Monday, July 16, 2007

Dissatisfaction Guaranteed

On Friday, the President said the following during a session with a handful of conservative journalists:
"Last fall, if I had been part of this polling, if they had called upstairs and said, do you approve of Iraq I would have been on the 66 percent who said, 'No I don't approve.' That's why I made the decision I made. To get in a position where I would be able to say 'Yes, I approve.'"
Over at TPM, Steve Benen comments:
It was an odd thing for Bush to concede, wasn't it? Last fall, the White House was insisting, aggressively, that critics of the war were confused and misguided. To disapprove of the war, the president and his aides said, was to support a dangerous agenda that would necessarily undermine national security.

Except now the president is prepared to argue that he was with the unsatisfied majority. Here's a follow-up: what does that say about Bush's opinion of the one-third of Americans who bought into the White House line and told pollsters that they approved of how the war was going?
Steve's usually very good, but I think he's a little sloppy here. That the administration has insisted unceasingly that "critics of the war were confused and misguided" doesn't obviate the fact that, by last fall, Bush was forced by reality to admit his dissatisfaction about Iraq. It's undeniable that his tone changed markedly. During a press conference on October 25, 2006, he said:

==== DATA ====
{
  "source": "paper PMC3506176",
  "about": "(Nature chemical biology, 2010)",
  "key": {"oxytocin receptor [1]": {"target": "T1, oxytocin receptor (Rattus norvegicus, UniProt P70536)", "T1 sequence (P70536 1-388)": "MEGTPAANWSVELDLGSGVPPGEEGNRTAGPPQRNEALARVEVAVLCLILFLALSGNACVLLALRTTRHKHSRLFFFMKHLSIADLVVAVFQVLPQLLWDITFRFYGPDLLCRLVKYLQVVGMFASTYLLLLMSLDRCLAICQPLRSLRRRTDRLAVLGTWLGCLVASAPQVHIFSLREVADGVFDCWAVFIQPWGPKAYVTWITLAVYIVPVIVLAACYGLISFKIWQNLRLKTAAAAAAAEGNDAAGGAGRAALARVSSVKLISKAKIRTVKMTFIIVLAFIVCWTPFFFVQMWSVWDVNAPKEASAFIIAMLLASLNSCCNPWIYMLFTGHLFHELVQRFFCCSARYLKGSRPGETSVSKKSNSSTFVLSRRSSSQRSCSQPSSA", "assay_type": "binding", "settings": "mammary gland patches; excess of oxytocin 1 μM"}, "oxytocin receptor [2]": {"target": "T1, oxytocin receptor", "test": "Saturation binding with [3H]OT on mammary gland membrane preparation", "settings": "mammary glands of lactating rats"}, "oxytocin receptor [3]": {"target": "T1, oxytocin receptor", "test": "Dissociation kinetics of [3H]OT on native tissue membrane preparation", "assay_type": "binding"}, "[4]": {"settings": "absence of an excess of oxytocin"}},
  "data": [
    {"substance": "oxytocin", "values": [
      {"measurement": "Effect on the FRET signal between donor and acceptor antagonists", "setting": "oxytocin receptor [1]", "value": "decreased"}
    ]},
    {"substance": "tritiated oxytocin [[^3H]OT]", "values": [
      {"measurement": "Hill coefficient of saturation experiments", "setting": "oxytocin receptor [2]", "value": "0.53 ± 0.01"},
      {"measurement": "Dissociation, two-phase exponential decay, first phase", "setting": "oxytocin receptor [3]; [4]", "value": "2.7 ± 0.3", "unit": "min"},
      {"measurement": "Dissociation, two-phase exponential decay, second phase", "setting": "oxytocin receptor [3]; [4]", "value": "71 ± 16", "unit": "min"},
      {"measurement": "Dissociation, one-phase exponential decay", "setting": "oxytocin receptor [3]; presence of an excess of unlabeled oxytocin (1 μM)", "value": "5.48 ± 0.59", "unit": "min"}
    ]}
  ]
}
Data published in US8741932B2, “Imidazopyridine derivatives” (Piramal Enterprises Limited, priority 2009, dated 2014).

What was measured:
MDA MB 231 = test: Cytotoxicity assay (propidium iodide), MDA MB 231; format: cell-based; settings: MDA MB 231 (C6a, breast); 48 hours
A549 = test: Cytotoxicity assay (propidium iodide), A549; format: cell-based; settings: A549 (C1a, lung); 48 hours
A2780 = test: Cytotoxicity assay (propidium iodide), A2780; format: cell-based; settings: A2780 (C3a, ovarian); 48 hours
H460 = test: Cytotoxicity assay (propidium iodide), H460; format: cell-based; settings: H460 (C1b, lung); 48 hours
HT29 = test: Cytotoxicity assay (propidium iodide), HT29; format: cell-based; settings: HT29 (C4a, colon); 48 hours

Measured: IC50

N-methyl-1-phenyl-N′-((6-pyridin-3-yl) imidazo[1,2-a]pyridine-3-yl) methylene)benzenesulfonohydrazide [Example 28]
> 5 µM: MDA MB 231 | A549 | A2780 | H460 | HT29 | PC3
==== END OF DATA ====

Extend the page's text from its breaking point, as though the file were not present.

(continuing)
I know many Americans are not satisfied with the situation in Iraq. I'm not satisfied, either. And that is why we're taking new steps to help secure Baghdad, and constantly adjusting our tactics across the country to meet the changing threat.
On December 4, he said: "We're not satisfied with the pace of progress in Iraq." These sorts of statements during the latter part of 2006 were necessary to prepare the public for what came next. Without a change in tone the idea of a "new way forward" wouldn't have made sense, and a surge wouldn't have been justifiable.

Of course, Steve is right that the White House slammed its critics on Iraq last fall. But let's at least admit that Bush made it clear he was indeed "with the unsatisfied majority." It's not as much of a concession as it may seem, since Bush's concurrent attempts to define the acceptable boundaries of everyone else's dissatisfaction bring up far more important (and at this point obvious) questions about his leadership and character.


Anonymous Anonymous said...

I think Steve's main point was that the conservatives were KILLING the liberals for saying it was a failure...only to now say that they felt a lot like the liberals did.

Will the Republicans be saying the same thing six months from now when we pull out? That they were actually for it but were afraid to speak out.

That's not leadership. That's chicken-shit-ness....something the liberals have been accusing them all along of.

wow! Right twice in one day. Who would have thought it.

7/16/2007 4:47 PM  

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